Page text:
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Critical Hit: Connect the DOTAs

Critical Hit: Connect the DOTAs

Question: What do the following games have in common: League of Legends, Dota 2, Heroes of Newerth and Rise of Immortals?

Answer: They're all basically the same game - the Warcraft III map Defense of the Ancients. What makes them different from most other games that have jumped on a rolling bandwagon? They're not remotely embarrassed about the fact. Far from it. They're desperate to avoid being seen as breaking a winning formula. If there's any intentional point of distinction, it's what they want people to call the genre. DOTA? MOBA? ARTS? Pick your favourite.

If you haven't played any of them, here's the basic gist. Players are split into two teams, typically five players on each, at the top right and bottom left. Everyone controls a single hero unit, with the main objective being to punch through to the other side's base and destroy it. To help you, each base generates a constant stream of weaker enemies that run straight down one of the three main paths connecting the bases, fighting whatever they run into, including turret defences. Players level up and earn gold to buy equipment by killing things, including monsters in a central forest area, though this doesn't persist between rounds. There's a lot more to it as well, but you get the idea.

If it sounds simple... it's not. There's a hellish amount of stuff to keep track of, from the abilities of individual heroes to the importance of landing the last hit on enemies and optimal upgrade paths. Individual games usually alter the smaller details too, such as whether or not players can kill their own side's minions to avoid the other team getting XP from them, but this isn't worth worrying about until you've moved beyond the point where your allies are constantly screaming 'noob' at you.

Critical Hit: Connect the DOTAs Critical Hit: Connect the DOTAs
League of Legends currently dominates the DOTA genre...

This game cloning goes beyond simply copying the premise of original the DOTA and giving it a unique spin, however. Their art styles are largely identical. The main map on which people play actually is identical. League of Legends calls it 'Summoner's Rift', Rise of Immortals the 'Vale of Kings' and Heroes of Newerth the 'Forest of Caldevar', but it's the same damn place - one so iconic that Valve's Dota 2 uses it as a logo.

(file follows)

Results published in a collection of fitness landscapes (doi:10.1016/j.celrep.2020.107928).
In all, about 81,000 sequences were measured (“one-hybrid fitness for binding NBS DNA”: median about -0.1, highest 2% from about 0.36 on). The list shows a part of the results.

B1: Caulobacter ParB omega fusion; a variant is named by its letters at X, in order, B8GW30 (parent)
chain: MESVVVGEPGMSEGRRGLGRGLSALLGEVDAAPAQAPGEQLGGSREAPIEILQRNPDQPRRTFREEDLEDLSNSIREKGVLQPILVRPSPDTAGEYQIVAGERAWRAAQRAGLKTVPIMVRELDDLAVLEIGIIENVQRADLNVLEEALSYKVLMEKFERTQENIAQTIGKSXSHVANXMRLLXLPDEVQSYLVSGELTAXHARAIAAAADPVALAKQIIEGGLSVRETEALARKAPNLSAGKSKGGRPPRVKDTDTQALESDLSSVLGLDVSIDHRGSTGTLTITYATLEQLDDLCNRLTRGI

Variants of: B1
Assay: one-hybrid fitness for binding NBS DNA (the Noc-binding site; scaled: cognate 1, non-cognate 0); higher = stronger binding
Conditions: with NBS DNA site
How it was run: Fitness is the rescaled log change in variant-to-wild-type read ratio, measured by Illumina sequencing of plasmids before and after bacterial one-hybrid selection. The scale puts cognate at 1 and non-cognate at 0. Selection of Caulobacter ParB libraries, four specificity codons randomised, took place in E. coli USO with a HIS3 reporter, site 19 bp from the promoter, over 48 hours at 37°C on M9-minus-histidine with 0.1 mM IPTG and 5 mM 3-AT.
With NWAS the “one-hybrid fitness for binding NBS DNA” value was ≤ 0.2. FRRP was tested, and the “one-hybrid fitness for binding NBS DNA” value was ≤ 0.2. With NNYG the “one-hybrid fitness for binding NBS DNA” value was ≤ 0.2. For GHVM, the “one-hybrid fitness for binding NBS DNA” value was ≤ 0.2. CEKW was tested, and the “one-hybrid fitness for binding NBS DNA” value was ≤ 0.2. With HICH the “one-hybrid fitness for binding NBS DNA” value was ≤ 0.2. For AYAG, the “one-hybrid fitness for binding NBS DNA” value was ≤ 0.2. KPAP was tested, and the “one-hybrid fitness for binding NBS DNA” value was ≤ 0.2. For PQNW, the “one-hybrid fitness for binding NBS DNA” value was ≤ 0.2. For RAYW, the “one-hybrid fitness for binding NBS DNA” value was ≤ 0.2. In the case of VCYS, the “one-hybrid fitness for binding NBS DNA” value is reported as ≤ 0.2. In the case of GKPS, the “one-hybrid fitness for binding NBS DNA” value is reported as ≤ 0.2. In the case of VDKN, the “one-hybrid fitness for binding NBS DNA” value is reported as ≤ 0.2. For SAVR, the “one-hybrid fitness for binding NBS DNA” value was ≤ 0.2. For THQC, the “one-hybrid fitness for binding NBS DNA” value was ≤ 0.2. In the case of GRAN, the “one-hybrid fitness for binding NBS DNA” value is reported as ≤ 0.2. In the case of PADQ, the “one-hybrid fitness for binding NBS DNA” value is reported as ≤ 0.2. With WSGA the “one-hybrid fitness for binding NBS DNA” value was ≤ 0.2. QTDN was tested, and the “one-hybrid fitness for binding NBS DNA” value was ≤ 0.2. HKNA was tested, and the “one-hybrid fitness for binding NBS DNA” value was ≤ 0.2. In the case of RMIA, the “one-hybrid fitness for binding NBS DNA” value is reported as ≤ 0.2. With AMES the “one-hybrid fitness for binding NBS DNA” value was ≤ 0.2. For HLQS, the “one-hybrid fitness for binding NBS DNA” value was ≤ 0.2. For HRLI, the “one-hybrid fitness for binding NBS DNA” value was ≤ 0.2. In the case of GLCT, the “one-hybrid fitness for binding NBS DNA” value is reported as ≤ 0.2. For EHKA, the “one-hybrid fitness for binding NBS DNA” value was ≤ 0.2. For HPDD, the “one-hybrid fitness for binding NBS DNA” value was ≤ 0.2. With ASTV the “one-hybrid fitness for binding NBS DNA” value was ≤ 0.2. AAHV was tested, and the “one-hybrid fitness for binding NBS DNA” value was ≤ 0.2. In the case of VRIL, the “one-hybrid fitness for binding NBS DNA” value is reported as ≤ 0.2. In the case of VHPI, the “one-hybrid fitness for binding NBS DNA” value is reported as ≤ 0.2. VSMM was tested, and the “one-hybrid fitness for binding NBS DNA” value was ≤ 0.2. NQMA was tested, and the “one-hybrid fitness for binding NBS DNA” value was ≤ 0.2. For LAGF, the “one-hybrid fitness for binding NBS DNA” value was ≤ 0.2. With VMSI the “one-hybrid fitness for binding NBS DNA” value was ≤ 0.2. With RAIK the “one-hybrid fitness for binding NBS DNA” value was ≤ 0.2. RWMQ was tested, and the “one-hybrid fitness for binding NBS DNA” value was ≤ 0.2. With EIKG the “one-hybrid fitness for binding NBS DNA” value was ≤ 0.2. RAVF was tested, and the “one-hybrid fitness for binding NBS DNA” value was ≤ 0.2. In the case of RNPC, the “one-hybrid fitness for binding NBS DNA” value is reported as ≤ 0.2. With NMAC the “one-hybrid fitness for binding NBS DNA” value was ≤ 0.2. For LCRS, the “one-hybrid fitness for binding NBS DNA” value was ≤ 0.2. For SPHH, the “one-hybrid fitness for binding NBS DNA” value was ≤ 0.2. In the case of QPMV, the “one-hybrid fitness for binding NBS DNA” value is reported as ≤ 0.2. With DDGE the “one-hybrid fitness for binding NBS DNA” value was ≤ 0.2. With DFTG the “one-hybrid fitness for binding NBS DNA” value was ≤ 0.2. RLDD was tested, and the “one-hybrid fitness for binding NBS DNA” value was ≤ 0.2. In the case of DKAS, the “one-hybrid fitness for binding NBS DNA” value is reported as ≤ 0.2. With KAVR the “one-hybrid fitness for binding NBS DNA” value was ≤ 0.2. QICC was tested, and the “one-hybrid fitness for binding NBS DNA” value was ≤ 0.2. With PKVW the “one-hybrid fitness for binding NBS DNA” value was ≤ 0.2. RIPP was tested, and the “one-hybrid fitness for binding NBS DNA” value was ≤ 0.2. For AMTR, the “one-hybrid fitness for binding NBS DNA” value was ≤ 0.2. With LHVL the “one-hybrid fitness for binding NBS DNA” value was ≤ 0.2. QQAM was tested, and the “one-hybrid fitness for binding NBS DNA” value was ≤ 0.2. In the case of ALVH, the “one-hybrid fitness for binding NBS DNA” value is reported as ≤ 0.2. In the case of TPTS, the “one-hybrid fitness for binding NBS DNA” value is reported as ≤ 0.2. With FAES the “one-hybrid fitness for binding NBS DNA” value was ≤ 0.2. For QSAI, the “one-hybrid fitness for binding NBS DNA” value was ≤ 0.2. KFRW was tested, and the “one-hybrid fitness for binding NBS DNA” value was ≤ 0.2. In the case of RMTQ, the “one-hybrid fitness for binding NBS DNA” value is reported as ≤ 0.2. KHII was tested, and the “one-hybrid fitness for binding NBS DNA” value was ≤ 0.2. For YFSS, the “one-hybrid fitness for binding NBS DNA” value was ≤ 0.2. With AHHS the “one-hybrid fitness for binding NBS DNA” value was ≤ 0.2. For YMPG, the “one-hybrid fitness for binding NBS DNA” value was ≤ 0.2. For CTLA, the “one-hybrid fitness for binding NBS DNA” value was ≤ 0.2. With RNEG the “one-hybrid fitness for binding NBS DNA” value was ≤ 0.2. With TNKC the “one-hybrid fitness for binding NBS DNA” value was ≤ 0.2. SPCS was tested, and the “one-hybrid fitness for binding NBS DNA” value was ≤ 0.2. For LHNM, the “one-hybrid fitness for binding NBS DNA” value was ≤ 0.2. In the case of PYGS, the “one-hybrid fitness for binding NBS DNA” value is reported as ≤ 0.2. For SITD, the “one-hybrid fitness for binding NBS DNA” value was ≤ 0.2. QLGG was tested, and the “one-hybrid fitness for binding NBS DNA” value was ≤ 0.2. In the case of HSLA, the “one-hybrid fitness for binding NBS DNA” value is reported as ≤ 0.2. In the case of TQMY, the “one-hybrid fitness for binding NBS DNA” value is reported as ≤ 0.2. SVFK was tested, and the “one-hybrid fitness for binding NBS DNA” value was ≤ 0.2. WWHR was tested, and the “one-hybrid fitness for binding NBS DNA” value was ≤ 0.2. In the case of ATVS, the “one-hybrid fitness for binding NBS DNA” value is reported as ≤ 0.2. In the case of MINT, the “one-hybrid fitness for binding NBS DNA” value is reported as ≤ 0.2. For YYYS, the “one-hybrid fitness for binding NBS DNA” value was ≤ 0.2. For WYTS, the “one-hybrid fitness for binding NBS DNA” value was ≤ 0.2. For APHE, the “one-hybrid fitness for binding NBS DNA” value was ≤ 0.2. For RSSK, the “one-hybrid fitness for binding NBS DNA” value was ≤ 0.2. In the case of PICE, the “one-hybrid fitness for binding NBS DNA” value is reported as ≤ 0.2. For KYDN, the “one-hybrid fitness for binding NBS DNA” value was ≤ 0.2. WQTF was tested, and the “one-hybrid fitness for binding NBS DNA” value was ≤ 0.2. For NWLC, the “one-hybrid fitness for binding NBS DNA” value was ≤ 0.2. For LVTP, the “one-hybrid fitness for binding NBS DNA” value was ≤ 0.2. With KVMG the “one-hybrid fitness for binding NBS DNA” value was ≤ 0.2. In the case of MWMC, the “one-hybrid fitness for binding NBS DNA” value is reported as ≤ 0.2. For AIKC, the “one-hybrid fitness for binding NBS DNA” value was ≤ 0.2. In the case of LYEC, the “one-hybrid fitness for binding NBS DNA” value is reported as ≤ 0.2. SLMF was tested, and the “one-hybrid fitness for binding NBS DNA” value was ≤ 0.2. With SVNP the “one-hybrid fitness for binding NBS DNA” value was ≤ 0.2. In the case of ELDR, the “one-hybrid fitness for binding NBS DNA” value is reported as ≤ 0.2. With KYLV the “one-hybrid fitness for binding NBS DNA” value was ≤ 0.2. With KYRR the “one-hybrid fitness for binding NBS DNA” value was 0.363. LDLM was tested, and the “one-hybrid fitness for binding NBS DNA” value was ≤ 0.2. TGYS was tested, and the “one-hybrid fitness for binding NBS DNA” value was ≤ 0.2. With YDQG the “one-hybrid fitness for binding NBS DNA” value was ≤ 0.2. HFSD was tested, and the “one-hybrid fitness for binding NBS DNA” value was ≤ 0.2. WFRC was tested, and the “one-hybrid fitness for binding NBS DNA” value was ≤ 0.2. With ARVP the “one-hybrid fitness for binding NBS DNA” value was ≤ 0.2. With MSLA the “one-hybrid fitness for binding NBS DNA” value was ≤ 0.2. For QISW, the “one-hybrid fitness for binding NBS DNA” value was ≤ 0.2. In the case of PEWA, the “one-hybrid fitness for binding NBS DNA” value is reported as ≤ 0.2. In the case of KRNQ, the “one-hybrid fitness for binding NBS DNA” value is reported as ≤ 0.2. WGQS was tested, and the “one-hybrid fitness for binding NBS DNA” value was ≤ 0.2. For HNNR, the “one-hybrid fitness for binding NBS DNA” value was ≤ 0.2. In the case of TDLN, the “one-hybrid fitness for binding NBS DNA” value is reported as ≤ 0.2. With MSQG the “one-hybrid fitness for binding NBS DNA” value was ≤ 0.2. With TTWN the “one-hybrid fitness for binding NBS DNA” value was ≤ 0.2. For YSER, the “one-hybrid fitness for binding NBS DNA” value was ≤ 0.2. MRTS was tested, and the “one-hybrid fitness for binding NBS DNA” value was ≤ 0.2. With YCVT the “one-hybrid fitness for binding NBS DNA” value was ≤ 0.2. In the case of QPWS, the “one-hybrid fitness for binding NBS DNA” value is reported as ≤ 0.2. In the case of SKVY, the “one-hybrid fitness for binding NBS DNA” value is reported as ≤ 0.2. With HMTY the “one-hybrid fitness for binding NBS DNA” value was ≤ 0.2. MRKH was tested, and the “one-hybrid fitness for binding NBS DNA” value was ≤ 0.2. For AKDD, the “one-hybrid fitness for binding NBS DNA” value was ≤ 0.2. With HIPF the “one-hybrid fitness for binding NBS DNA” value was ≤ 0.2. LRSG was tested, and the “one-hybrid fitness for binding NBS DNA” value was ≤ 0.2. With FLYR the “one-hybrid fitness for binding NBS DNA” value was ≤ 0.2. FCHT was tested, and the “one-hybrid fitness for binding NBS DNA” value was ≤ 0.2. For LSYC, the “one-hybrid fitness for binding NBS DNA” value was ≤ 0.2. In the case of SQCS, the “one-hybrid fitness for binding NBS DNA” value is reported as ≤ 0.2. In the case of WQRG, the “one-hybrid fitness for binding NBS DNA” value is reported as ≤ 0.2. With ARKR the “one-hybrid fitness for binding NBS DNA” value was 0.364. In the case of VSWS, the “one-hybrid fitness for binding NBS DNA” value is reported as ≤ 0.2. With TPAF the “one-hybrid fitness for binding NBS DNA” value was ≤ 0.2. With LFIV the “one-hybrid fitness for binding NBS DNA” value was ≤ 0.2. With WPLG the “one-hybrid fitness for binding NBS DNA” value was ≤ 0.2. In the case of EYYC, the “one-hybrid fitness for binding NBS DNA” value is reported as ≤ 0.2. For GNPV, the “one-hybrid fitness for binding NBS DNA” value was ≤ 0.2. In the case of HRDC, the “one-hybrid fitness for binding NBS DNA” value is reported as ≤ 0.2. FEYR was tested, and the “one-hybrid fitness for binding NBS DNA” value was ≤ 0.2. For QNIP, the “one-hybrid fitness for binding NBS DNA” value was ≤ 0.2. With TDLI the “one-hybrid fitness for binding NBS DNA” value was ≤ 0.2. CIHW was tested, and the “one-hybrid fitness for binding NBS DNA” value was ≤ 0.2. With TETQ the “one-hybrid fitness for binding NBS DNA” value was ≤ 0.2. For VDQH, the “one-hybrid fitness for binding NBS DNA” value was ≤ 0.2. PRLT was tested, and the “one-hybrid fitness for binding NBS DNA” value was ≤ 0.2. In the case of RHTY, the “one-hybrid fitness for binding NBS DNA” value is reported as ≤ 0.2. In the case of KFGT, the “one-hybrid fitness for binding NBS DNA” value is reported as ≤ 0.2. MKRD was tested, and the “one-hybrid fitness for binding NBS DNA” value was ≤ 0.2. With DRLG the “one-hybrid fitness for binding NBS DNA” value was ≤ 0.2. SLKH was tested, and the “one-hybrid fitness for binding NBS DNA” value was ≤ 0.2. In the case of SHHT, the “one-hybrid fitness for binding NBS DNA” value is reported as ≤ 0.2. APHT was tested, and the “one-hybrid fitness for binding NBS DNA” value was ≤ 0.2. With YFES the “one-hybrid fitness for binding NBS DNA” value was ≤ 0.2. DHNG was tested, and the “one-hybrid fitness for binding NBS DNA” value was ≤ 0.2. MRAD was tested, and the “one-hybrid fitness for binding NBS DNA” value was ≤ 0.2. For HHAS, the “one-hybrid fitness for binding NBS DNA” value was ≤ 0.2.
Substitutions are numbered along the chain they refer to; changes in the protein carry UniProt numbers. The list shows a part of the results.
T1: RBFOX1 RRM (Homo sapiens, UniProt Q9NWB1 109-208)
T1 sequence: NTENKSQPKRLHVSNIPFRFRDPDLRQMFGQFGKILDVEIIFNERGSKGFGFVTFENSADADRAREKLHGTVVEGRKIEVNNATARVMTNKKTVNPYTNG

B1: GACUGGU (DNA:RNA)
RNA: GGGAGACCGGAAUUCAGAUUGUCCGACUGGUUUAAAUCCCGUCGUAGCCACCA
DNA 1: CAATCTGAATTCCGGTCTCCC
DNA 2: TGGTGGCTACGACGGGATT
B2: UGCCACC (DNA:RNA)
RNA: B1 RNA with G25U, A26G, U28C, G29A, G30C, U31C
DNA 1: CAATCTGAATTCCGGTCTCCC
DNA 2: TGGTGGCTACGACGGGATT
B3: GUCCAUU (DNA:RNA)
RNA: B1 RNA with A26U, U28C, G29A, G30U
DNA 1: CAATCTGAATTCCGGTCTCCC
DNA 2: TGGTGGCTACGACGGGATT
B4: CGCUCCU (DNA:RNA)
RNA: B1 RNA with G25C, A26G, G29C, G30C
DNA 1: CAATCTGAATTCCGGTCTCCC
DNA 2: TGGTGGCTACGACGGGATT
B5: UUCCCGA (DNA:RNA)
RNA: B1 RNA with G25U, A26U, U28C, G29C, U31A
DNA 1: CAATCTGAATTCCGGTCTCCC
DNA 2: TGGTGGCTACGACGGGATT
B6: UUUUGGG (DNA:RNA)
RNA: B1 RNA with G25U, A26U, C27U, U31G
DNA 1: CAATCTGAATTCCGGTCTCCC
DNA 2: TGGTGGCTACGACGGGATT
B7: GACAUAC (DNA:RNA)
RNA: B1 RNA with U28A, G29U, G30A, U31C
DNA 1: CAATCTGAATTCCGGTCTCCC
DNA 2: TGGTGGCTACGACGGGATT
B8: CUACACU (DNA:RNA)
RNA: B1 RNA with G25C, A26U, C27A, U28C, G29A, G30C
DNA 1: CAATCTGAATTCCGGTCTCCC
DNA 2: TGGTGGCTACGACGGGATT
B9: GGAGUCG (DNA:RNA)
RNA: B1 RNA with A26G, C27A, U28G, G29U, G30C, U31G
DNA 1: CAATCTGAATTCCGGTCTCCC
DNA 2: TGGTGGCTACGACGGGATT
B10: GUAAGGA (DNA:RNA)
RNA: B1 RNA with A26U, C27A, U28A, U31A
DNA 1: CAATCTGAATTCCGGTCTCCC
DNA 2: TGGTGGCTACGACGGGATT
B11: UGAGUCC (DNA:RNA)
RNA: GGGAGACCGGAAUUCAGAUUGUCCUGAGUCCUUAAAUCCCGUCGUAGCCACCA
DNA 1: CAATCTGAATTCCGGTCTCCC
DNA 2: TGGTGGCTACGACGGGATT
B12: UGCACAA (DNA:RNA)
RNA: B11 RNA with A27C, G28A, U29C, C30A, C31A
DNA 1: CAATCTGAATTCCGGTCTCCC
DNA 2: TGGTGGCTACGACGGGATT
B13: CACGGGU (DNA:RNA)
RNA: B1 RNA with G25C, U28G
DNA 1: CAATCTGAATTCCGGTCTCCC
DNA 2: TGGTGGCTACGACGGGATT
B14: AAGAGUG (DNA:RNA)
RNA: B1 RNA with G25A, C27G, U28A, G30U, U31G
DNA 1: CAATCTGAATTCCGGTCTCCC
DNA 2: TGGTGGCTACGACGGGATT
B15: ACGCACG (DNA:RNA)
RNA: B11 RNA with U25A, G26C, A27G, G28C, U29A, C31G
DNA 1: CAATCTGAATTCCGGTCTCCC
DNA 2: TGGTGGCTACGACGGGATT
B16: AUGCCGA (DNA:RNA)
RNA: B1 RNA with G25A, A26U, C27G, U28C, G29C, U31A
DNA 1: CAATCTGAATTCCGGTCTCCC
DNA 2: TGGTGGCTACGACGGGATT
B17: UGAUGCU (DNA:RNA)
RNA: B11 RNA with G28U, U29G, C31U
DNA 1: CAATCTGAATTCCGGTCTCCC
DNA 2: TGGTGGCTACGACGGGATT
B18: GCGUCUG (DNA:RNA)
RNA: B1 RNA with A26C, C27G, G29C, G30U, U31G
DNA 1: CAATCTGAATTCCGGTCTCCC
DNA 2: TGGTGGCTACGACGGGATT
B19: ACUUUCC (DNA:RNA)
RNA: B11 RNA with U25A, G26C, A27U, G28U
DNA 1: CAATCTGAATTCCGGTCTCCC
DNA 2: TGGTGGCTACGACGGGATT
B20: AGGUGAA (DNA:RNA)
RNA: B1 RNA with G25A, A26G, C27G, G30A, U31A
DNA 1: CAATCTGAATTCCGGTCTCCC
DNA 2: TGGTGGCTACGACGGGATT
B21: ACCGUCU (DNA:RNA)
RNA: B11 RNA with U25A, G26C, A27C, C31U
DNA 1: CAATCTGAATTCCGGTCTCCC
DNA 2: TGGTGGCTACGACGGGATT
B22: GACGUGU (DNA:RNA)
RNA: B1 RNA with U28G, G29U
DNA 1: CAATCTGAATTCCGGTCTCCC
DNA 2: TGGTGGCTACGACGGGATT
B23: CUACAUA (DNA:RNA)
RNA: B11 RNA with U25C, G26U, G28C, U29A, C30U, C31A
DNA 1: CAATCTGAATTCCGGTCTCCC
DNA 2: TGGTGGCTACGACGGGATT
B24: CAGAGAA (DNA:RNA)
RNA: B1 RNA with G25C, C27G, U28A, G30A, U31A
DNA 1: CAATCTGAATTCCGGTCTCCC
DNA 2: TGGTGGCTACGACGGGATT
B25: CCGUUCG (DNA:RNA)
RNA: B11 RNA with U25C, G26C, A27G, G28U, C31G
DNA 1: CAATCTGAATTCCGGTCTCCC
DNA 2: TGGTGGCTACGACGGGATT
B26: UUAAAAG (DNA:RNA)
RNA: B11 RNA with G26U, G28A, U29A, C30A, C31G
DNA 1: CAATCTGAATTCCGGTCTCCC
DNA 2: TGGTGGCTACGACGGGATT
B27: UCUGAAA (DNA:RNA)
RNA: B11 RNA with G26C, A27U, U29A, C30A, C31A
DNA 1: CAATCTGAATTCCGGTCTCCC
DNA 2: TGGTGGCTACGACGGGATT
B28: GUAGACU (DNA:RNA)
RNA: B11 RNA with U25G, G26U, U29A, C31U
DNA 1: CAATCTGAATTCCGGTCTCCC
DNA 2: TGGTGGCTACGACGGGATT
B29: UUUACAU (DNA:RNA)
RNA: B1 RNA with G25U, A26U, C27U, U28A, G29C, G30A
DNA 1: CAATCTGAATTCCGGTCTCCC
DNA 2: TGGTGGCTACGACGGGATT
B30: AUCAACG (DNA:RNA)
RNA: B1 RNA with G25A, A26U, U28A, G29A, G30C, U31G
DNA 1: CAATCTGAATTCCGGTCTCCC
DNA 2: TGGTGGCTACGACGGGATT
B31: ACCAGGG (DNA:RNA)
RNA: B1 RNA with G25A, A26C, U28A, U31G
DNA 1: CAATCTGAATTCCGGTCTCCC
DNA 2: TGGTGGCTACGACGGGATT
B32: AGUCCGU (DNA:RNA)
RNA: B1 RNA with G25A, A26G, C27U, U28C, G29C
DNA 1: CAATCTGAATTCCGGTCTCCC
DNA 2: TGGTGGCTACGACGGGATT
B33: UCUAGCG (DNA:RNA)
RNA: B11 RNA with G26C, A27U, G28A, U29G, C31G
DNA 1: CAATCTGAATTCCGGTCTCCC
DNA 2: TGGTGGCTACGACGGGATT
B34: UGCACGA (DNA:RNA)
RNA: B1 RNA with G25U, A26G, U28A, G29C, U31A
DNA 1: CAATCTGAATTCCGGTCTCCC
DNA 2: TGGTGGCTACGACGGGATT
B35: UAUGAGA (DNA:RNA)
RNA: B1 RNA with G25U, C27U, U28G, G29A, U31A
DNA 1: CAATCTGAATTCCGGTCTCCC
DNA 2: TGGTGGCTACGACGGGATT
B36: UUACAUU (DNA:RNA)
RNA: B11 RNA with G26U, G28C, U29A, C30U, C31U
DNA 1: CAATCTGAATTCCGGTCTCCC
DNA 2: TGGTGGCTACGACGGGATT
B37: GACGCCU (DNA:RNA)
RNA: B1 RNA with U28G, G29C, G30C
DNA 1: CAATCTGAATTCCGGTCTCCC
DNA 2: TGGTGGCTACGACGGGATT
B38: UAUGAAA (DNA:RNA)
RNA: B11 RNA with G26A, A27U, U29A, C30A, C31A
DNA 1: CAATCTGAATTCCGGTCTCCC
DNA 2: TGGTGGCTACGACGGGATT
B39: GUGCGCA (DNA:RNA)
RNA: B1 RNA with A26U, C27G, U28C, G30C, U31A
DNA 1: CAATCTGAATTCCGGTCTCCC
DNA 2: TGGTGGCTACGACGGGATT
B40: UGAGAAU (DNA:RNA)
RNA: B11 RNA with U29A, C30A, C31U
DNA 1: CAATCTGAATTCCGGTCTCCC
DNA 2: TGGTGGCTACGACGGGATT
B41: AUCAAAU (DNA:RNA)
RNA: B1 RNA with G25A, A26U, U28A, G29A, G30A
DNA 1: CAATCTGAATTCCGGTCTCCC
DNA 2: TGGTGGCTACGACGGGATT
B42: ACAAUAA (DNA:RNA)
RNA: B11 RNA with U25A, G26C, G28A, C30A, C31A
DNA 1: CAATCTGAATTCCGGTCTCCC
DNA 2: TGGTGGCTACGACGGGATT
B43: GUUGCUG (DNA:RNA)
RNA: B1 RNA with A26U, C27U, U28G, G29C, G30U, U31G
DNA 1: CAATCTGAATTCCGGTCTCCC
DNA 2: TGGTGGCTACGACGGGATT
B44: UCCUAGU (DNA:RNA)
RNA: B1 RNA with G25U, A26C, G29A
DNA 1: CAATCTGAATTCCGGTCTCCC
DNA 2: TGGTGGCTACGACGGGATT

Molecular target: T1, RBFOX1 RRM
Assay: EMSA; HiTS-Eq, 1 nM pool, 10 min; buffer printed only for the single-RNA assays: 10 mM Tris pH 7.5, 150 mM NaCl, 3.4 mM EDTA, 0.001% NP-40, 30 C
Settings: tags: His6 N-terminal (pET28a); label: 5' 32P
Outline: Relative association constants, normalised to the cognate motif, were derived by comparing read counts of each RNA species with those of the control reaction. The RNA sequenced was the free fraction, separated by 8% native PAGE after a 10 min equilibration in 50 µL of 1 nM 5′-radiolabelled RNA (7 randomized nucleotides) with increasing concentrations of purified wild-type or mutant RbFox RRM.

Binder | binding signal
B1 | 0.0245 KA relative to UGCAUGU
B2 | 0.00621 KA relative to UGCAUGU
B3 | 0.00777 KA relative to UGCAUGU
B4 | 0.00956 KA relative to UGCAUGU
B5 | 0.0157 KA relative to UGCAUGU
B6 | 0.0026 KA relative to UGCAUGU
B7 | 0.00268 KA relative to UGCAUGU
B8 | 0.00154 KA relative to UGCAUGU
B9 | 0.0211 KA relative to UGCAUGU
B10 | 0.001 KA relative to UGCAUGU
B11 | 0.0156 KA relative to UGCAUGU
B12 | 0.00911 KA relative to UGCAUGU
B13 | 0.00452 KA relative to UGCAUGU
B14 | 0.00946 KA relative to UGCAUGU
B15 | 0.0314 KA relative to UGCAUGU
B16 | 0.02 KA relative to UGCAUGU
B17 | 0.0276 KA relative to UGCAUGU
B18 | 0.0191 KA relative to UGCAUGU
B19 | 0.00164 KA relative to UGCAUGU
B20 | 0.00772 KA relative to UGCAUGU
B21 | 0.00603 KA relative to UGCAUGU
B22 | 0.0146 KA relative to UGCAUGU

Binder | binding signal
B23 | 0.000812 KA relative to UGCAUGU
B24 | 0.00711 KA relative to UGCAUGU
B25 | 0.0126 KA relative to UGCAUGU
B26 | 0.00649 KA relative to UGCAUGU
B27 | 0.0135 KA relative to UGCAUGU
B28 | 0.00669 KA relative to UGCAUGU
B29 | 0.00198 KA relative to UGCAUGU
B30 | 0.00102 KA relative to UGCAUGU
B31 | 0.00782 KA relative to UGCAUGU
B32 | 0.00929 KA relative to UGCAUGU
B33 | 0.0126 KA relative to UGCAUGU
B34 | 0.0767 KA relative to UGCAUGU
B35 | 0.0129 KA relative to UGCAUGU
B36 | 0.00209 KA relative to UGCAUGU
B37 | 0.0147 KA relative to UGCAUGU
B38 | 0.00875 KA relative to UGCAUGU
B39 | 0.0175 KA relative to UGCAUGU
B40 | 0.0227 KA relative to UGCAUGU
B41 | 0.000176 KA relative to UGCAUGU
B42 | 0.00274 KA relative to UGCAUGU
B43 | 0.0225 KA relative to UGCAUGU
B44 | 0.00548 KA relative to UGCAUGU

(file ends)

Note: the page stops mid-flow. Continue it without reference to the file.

The only major differences between the titles are which characters they offer, how they approach free-to-play and the extras they bolt onto the original game. League of Legends, for instance, has a second map with a Capture and Hold mode called Dominion on the way. Heroes of Newerth has extra maps too, along with a stronger focus on selling things, up to and including a voice pack that turns the announcer into Duke Nukem. These features are firmly the side-dishes though - traditional DOTA is always the main course.

The strangest aspect of the games' success is just how hardcore they are. Cloned games typically lean to the casual end of the spectrum - match-three puzzlers, Farmville type strategy and so on. The closer you get to 'real' games, especially the ones that players get fannish about, the more they have to diverge to win friends. Tower Defense games were the last big ones to be cloned, but almost all the main ones were very different. Plants vs. Zombies, Defense Grid and Sanctum, for example, use some similar mechanics, but you'd never call them outright clones. If you did, it would be a pejorative term. Calling something a Counter-Strike clone, for instance, implicitly means both 'like Counter-Strike' and 'not as good as Counter-Strike'. DOTA's many copycats, on the other hand, are being treated more like an industry-wide remastering effort.

Critical Hit: Connect the DOTAs Critical Hit: Connect the DOTAs
...But Valve's DOTA 2 is a strong contender for the crown

Without wanting to take anything away from the DOTA style though, it's hard not to suspect that its success is as much down to timing as the quality of the game itself. In particular, League of Legends was perfectly placed to ride the free-to-play wave as it rose, with both a great game to offer and a smart approach to monetising it - two things that can't be said for most of the others out there. For the next big games due to hit - Valve's Dota 2 and Blizzard's Starcraft version - the companies behind them are every bit as important as the game. They've earned the right for the world to sit up and take notice of anything they choose to release.

Except Alien Swarm, which was tosh.

After those two have their shot though, and unless PopCap decides to throw its hat in the ring, it's unlikely we'll see a straight DOTA clone hit the big time again. Reproducing the basic game certainly isn't a guarantee of success. Demigod bombed on launch. Heroes of Newerth was released in 2010 and made few waves with the wider gaming world. New releases have the obvious advantage of being free to play and are doing stormingly as a result, but that will be less of an advantage in a year's time when there will be many more free-to-play games competing for your time.

Even if they do it brilliantly, they'll be in an uncomfortable position. Hardcore fans won't touch them unless they offer the DOTA experience. People who've grown tired of it or aren't expecting a trial by fire aren't going to have any passions rekindled or reignited by the jungles being greener on the other side. But does it matter? Not really. Whether DOTA sticks around or evolves into new forms, it's a great example of the industry looking outside itself and promoting a game that's always deserved a bigger audience. Today, it's this. Hopefully tomorrow, it'll be something just as deserving.

Critical Hit is a twice-monthly column exploring current issues affecting the games industry.

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